by Dr. Tony Phillips
An artist's concept of Earth wind (blue)
Every day, 24/7, a breeze of electrified gas blows away from the sun
faster than a million mph.
Solar wind sparks
beautiful auroras around the poles of Earth, sculpts the tails
of comets, and scours the surface of the Moon.
Would you believe, Earth
is windy, too...?
Our own planet produces a breeze of electrified gas. It's like the
solar wind, only different, and it
may have important implications for space weather on
"Earth wind" comes from the axes of our planet.
Every day, 24/7, fountains of gas shoot into space
from the poles.
The leakage is tiny compared to Earth's total atmosphere, but it is
enough to fill the magnetosphere with a riot of rapidly blowing
Once a month, the Moon
gets hit by a blast of Earth wind.
It happens around the time of the full Moon when Earth's magnetic
tail points like a shotgun toward the lunar disk.
For 3 to 5 days,
lunar terrain is bombarded by,
O+, N2+ and other particles...
One effect of Earth wind,
just discovered, is to create water...
According to a new study (Earth
Wind as a Possible Exogenous Source of Lunar Surface Hydration)
published in the January 2021 edition of the Astrophysical
Journal Letters, Earth wind can actually make H2O on
the lunar surface.
"Hydrogen ions in
Earth wind combine with oxygen in Moon rocks and soil to make
hydroxyl (OH–) and water (H2O)," explains
one of the lead authors, Quanqi Shi of Shandong University and
the Chinese Academy of Sciences.
"This came as a surprise."
Researchers have long
known that hydrogen from space raining down on the Moon can create a
temporary form of surface water.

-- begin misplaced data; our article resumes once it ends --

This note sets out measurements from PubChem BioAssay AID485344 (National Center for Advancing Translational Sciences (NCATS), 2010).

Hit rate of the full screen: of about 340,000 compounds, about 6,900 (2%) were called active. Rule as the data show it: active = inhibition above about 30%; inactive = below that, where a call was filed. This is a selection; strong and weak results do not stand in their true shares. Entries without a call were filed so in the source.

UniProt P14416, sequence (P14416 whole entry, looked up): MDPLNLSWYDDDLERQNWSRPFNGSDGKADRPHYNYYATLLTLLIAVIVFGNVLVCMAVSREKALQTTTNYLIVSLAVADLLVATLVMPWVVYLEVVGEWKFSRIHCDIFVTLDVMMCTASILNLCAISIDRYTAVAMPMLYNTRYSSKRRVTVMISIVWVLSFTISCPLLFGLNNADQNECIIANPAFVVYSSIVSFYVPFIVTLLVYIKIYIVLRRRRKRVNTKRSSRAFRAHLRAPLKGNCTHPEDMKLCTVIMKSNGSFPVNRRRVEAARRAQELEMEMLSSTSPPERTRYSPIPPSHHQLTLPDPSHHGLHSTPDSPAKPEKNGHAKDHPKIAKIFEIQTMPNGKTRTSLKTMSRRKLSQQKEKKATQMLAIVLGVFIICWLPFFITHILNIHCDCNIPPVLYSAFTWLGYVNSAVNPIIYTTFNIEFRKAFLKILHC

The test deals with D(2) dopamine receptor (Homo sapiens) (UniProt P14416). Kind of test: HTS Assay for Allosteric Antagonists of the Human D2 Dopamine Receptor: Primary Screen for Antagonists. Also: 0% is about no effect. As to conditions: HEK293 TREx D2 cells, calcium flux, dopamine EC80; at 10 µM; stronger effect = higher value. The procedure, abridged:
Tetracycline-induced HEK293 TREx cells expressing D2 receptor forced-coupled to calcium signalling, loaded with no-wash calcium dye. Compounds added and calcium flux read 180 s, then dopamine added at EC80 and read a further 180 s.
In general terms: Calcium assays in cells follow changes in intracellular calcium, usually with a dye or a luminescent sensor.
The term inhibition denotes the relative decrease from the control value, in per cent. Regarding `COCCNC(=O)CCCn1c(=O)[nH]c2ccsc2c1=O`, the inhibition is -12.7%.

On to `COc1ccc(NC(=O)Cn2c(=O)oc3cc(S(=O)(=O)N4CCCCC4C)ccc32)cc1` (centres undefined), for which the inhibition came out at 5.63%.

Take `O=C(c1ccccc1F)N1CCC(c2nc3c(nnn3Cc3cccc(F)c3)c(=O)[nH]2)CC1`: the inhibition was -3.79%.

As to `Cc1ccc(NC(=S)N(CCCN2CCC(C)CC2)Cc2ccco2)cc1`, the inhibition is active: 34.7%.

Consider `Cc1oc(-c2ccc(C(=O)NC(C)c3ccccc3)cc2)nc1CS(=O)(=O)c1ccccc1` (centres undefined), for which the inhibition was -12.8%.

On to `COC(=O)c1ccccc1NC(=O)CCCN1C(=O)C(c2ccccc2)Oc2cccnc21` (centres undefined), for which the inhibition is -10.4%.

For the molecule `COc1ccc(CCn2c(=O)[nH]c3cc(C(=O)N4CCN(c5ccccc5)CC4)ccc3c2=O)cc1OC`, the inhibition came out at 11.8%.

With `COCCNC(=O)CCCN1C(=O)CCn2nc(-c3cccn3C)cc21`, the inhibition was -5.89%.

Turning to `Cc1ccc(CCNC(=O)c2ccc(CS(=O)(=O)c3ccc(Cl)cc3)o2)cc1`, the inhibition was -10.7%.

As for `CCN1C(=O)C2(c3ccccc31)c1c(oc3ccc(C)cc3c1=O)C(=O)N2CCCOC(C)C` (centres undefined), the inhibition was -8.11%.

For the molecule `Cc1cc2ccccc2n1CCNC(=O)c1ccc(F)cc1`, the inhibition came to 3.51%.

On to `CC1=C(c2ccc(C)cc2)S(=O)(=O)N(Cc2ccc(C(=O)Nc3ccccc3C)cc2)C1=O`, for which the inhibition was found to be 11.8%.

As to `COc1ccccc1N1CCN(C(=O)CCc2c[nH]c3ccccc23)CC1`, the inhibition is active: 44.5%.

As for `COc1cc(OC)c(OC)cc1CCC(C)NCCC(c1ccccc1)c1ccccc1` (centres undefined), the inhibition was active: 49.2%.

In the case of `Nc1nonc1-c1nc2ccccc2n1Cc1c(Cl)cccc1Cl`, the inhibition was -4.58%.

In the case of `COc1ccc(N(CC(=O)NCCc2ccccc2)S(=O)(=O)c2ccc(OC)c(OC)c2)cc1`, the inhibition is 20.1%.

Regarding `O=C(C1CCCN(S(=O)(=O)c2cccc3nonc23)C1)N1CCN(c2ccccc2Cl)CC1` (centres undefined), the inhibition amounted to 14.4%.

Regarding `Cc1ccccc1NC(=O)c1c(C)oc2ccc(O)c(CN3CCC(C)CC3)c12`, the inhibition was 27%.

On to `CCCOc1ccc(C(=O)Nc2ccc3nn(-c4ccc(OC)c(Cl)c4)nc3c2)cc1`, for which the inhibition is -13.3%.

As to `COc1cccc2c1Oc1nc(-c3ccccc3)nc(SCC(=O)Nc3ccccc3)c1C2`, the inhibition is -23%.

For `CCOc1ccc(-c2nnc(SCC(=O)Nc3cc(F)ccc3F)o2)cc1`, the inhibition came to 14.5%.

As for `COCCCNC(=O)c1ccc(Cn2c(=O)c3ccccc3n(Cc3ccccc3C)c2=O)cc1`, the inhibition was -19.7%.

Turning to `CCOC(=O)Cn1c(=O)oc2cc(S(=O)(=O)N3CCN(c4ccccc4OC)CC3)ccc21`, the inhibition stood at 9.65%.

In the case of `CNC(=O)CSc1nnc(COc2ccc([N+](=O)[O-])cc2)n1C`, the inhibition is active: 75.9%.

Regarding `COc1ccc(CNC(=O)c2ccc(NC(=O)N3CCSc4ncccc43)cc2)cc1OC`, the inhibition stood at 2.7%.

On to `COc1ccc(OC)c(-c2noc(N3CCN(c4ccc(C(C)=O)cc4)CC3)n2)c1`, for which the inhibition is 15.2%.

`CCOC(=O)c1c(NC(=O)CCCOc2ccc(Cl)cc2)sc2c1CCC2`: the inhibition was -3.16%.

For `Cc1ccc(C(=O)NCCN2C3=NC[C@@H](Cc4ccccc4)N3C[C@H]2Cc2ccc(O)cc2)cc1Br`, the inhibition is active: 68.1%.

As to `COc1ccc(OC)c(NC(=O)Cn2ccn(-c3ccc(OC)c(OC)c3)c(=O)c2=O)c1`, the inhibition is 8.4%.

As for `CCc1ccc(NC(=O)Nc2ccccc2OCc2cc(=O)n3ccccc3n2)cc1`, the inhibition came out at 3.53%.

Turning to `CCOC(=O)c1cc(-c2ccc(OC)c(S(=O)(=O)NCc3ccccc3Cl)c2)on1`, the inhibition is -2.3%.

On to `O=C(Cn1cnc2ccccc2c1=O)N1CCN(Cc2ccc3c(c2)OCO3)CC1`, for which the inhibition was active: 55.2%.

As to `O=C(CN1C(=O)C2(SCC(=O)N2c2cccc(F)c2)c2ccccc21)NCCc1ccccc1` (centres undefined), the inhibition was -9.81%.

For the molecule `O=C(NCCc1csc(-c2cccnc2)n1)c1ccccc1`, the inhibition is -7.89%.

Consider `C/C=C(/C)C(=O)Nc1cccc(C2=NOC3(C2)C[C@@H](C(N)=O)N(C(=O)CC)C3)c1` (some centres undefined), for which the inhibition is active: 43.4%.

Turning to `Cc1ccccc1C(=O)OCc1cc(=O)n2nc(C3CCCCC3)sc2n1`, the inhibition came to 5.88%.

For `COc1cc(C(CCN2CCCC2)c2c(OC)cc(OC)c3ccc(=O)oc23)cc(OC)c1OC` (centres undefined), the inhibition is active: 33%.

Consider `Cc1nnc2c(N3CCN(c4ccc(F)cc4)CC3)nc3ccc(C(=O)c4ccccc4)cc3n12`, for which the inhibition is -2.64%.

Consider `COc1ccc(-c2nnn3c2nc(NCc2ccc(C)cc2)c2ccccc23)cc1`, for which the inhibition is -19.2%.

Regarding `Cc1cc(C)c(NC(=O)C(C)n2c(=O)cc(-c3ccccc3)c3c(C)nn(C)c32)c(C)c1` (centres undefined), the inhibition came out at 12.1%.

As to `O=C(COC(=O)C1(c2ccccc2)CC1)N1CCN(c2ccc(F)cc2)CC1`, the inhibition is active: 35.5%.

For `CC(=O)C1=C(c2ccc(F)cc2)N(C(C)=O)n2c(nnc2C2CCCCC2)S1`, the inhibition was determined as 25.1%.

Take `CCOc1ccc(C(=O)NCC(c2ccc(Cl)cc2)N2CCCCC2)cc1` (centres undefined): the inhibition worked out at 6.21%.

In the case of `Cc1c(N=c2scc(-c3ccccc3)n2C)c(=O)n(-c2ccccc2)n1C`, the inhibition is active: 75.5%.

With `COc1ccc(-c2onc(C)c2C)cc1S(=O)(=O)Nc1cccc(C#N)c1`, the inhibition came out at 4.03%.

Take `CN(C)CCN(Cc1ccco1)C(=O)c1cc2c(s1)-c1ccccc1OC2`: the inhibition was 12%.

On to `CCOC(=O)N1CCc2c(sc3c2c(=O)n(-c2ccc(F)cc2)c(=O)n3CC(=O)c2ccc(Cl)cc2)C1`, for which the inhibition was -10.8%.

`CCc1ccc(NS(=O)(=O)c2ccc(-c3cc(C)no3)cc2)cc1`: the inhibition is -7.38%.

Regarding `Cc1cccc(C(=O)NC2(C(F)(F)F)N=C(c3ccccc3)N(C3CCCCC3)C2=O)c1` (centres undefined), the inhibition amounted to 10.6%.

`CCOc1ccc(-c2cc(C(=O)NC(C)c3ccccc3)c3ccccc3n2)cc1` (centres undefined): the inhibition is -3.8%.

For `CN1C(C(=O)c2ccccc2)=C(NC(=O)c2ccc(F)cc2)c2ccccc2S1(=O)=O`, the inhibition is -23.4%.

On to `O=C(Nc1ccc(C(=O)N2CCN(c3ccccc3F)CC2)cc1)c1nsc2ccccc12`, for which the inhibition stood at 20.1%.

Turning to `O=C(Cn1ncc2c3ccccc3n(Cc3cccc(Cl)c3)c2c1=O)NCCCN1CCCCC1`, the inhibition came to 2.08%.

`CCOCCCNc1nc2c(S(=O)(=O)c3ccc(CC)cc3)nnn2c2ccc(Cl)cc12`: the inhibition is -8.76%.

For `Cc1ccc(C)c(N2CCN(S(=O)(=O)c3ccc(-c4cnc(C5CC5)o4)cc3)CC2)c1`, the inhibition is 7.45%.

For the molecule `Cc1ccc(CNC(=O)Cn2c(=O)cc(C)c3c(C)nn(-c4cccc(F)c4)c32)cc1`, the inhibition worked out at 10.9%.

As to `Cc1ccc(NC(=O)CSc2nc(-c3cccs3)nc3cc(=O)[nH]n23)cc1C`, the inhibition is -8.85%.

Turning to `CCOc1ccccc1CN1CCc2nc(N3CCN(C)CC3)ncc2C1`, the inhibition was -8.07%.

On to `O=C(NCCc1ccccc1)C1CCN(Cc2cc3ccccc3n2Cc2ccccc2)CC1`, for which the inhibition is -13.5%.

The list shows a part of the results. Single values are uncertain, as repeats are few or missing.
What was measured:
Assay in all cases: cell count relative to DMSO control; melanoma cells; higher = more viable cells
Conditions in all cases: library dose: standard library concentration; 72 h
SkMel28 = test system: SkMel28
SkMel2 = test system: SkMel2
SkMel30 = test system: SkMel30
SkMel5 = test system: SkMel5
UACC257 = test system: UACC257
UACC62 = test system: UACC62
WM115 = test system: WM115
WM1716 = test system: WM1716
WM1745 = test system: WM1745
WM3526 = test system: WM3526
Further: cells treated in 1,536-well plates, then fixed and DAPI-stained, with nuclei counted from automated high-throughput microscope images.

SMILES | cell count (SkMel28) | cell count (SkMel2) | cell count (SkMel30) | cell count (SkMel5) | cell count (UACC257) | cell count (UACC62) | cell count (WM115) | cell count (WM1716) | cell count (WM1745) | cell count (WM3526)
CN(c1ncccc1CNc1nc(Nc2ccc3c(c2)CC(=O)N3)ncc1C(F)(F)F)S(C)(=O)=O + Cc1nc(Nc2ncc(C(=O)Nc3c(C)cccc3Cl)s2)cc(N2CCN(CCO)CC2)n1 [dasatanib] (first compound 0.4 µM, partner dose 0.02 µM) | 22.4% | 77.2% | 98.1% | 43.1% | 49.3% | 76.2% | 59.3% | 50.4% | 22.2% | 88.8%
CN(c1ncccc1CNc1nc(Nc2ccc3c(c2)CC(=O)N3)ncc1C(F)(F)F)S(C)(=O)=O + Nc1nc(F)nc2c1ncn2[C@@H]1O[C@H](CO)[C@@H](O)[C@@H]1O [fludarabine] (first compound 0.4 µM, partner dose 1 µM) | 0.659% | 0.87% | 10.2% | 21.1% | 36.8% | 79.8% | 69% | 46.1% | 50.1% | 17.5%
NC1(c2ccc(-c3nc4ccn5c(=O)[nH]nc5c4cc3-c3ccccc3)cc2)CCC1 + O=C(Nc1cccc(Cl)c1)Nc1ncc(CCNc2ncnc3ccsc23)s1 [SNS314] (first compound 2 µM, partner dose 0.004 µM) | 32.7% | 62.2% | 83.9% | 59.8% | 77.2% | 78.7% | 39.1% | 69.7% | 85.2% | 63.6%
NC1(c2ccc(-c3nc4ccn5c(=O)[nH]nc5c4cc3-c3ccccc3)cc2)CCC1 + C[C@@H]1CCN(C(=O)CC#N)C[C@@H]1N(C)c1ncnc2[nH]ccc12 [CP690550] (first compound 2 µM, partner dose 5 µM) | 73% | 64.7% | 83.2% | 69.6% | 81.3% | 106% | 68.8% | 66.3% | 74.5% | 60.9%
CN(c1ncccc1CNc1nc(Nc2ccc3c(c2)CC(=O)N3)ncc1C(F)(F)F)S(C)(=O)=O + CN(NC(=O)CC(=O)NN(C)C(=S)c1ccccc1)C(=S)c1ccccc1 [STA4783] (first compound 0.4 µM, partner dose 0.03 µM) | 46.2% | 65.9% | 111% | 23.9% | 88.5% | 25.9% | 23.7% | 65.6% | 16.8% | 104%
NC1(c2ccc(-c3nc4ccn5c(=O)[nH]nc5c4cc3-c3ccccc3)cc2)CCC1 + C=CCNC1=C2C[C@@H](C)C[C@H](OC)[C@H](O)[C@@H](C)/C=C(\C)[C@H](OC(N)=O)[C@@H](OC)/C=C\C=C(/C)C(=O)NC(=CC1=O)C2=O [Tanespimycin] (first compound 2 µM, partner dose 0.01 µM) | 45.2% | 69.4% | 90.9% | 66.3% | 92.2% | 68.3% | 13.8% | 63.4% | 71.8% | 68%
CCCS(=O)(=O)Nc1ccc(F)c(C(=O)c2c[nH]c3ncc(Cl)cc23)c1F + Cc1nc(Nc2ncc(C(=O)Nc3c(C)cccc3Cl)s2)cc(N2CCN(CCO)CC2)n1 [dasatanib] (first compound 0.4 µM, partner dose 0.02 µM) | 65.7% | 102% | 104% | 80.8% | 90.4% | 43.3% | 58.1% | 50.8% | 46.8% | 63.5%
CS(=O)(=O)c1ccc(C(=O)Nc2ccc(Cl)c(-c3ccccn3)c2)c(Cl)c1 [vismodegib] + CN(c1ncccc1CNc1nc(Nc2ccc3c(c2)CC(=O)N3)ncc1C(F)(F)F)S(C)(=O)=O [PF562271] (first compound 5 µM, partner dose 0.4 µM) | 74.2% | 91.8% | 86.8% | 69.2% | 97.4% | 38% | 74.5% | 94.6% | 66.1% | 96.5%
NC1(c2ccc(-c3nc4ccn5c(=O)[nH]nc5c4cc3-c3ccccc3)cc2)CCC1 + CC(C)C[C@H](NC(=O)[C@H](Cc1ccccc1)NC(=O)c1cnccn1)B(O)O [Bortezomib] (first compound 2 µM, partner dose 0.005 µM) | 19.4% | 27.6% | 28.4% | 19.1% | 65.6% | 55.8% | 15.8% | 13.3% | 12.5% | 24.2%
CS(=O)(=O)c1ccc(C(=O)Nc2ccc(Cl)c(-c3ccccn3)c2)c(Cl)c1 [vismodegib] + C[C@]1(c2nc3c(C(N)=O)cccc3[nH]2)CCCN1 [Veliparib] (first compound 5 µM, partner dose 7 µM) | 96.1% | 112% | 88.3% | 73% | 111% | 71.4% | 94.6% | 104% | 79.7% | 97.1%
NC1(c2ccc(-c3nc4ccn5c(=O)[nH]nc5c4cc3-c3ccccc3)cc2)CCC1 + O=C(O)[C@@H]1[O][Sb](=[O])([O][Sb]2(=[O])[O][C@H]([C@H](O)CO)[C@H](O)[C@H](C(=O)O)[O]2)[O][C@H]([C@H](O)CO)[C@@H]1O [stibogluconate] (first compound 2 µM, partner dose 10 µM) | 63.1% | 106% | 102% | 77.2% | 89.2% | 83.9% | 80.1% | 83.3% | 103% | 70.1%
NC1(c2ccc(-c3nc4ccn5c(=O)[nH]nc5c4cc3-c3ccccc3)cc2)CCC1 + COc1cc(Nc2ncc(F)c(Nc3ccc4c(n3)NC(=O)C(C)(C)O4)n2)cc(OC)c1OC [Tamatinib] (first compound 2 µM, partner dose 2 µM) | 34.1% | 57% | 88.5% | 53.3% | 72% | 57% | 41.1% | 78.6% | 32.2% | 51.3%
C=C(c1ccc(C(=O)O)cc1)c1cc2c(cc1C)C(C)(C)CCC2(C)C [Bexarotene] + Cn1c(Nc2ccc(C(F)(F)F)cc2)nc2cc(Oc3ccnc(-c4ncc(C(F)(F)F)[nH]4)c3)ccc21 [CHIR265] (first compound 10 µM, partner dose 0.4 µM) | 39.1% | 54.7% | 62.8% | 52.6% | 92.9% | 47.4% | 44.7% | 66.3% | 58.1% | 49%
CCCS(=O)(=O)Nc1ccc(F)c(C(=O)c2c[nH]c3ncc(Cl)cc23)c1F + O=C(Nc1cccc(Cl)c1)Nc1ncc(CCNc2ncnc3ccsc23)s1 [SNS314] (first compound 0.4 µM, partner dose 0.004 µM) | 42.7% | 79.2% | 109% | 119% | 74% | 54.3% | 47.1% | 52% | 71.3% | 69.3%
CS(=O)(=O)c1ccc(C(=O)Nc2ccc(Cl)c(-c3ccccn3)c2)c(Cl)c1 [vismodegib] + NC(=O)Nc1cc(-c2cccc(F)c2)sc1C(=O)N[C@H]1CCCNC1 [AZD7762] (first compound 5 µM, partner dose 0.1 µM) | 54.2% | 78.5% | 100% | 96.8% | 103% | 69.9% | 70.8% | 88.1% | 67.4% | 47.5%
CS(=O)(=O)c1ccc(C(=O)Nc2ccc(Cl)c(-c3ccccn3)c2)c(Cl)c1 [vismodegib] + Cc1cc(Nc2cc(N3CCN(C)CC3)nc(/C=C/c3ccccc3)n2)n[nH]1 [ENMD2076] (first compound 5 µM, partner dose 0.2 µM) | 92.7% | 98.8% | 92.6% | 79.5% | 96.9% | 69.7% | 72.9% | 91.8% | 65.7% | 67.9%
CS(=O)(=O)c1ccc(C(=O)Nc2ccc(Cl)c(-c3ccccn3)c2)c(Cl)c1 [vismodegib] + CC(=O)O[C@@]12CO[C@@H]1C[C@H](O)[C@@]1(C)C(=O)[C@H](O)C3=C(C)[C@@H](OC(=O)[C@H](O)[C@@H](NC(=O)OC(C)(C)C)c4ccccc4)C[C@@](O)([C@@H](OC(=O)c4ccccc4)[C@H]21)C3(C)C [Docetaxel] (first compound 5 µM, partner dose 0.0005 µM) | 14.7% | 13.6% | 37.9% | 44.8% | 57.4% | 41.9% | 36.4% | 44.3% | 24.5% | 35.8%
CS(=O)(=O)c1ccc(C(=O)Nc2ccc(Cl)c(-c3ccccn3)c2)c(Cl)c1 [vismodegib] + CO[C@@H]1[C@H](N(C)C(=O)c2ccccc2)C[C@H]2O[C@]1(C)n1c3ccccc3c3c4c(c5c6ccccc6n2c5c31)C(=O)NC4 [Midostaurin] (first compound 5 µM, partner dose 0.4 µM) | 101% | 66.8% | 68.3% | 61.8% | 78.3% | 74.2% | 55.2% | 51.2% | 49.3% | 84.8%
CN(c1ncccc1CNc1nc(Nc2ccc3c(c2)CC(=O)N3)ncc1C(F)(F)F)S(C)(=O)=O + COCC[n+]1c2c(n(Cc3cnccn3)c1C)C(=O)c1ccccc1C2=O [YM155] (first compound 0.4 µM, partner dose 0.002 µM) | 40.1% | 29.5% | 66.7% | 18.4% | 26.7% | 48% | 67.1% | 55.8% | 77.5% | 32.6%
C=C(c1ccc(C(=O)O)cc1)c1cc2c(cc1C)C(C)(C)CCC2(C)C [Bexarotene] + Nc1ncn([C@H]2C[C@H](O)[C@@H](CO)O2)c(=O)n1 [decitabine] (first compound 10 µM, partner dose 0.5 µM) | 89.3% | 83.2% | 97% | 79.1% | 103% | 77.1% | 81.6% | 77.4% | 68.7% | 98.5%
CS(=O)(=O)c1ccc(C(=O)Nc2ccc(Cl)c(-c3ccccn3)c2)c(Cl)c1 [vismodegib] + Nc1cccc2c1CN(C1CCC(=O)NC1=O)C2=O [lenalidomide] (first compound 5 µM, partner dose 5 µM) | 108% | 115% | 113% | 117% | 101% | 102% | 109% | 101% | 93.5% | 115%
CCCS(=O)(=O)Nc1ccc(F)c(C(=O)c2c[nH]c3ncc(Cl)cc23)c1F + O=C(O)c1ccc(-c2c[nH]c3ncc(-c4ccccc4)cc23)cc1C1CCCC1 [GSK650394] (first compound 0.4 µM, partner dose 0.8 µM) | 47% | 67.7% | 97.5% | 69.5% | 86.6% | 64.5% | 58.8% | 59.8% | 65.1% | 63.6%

Solar wind does it
all the time...
However, this kind of
water was expected to dry up once a month when the Moon enters
Earth's magnetic tail.
Terrestrial magnetism deflects solar wind, turning the faucet to the
OFF position. But that's not what happened...
The researchers looked at data from NASA's Moon Mineralogy Mapper
(M3) onboard India's
spacecraft, which was orbiting the Moon in 2009 when the Moon made
multiple passes through Earth's magnetic tail.
"We found that lunar
surface water does not disappear as expected during the
magnetosphere shielding period," says Shi.
"Earth wind must be bridging the gap."
Above: Sample Chandrayaan-1
observations of lunar surface water
In fact, when it comes to producing water, Earth wind has some big
advantages over solar wind.
When the full Moon is inside Earth's magnetic tail, it is surrounded
by Earth wind and feels its impact from every direction.
The lunar nearside, lunar farside, and lunar poles are all peppered
with Earth wind particles. In this sense, Earth wind can potentially
make water anywhere - unlike the solar wind which rains down only on
the lunar dayside.
Another potential advantage of Earth wind:
It is oxygen rich,
much more so than solar wind.
another key element of water," points out Shi.
"Whether these oxygen ions can contribute to the formation
of lunar water is a very intriguing question for future